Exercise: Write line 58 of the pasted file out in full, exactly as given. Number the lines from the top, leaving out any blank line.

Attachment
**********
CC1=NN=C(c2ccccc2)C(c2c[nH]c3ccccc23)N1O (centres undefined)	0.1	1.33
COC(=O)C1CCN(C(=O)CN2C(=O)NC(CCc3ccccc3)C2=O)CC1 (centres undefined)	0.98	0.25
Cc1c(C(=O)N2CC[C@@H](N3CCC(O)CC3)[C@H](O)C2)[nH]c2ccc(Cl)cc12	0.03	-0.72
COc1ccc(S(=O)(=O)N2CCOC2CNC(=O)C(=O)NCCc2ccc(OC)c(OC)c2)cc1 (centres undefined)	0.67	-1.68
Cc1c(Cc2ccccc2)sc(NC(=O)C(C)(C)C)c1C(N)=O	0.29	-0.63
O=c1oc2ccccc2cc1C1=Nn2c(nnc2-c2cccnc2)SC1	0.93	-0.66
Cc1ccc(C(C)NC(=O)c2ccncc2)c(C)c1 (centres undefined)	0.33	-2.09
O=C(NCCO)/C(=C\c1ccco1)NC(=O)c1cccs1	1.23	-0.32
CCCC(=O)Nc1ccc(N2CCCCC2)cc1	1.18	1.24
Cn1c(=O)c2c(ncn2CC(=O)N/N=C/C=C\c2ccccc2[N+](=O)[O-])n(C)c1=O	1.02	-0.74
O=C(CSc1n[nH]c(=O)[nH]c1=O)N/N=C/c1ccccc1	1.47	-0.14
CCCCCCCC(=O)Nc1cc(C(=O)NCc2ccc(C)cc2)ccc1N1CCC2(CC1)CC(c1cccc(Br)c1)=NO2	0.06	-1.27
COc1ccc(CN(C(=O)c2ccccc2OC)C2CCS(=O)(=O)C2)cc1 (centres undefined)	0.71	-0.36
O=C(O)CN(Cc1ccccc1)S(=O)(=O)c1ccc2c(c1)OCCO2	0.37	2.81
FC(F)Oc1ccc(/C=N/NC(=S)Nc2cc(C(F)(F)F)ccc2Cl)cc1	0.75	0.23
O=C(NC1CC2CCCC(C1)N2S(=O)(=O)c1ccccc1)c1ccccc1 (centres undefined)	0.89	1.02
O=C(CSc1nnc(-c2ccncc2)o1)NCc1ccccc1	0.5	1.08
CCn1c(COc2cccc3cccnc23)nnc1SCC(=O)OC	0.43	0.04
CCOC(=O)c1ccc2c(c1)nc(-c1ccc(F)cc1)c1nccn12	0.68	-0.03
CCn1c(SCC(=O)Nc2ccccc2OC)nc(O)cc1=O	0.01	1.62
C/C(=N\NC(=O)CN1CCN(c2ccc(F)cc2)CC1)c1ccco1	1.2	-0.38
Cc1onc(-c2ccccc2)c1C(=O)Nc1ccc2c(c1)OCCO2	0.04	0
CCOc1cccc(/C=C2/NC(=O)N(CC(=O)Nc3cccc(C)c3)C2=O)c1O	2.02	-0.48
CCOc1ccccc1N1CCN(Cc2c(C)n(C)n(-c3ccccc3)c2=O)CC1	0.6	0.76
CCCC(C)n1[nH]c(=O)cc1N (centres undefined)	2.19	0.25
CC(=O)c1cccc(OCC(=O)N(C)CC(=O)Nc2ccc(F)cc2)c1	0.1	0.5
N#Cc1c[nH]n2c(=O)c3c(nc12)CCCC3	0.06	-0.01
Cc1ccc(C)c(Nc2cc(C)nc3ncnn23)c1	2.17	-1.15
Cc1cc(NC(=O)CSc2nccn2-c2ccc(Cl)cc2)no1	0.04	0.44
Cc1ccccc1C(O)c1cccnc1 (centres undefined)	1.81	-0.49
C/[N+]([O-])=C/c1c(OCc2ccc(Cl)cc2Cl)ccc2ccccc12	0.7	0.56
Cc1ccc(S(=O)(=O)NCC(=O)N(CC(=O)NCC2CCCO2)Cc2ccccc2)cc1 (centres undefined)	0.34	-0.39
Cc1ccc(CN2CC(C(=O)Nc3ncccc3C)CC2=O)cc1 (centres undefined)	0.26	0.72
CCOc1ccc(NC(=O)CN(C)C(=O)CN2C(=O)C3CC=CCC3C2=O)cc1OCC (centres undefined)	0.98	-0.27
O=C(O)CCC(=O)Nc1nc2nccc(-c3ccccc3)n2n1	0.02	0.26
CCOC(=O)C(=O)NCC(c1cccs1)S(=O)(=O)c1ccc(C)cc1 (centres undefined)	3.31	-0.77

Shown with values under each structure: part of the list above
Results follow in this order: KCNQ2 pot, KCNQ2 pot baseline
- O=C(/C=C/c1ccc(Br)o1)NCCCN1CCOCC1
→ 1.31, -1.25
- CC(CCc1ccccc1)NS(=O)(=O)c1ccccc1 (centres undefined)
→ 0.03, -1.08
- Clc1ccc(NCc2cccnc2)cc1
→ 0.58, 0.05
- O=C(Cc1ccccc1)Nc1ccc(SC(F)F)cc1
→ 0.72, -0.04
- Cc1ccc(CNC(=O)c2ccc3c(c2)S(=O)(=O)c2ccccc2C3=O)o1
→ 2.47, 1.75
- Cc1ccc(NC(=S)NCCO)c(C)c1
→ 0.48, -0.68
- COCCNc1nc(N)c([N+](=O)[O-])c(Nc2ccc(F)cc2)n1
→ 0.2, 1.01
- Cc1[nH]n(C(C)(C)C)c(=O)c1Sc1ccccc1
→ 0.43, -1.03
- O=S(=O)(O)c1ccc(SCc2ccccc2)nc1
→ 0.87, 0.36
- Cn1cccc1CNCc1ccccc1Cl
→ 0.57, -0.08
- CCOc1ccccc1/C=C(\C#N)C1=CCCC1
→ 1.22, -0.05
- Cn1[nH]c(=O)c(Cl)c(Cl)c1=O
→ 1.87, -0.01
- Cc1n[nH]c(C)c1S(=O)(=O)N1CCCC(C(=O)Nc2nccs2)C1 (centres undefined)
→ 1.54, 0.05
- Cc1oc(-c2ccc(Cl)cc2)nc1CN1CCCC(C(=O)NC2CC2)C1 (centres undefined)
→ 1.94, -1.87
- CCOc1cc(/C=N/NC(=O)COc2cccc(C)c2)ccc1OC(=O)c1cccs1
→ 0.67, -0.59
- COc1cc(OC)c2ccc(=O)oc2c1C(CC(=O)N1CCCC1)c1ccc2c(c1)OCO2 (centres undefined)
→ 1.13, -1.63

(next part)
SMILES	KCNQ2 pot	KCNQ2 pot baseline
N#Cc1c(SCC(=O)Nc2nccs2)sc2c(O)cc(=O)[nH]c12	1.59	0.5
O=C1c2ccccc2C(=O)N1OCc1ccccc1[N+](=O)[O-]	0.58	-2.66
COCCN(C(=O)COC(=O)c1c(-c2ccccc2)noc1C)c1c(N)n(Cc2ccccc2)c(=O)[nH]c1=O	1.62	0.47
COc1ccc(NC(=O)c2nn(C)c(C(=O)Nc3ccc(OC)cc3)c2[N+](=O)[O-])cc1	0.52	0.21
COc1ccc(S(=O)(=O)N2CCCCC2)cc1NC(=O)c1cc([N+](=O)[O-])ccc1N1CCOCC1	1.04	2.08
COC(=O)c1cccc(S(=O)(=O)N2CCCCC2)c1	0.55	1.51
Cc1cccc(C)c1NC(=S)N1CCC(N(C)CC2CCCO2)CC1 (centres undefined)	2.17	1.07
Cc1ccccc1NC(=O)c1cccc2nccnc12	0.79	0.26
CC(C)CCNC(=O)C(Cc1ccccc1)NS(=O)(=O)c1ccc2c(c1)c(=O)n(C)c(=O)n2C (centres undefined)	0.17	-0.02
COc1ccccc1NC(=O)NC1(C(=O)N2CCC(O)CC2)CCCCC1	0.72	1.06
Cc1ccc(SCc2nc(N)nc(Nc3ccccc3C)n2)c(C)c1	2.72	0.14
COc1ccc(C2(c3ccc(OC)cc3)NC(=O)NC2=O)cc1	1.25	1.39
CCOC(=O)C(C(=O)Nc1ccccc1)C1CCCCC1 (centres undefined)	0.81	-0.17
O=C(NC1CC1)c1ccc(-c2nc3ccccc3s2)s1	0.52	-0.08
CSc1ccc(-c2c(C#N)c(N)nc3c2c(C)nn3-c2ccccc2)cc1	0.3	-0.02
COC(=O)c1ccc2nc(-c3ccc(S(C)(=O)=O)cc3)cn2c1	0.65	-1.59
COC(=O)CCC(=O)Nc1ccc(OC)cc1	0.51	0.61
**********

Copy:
→ 0.57, -0.08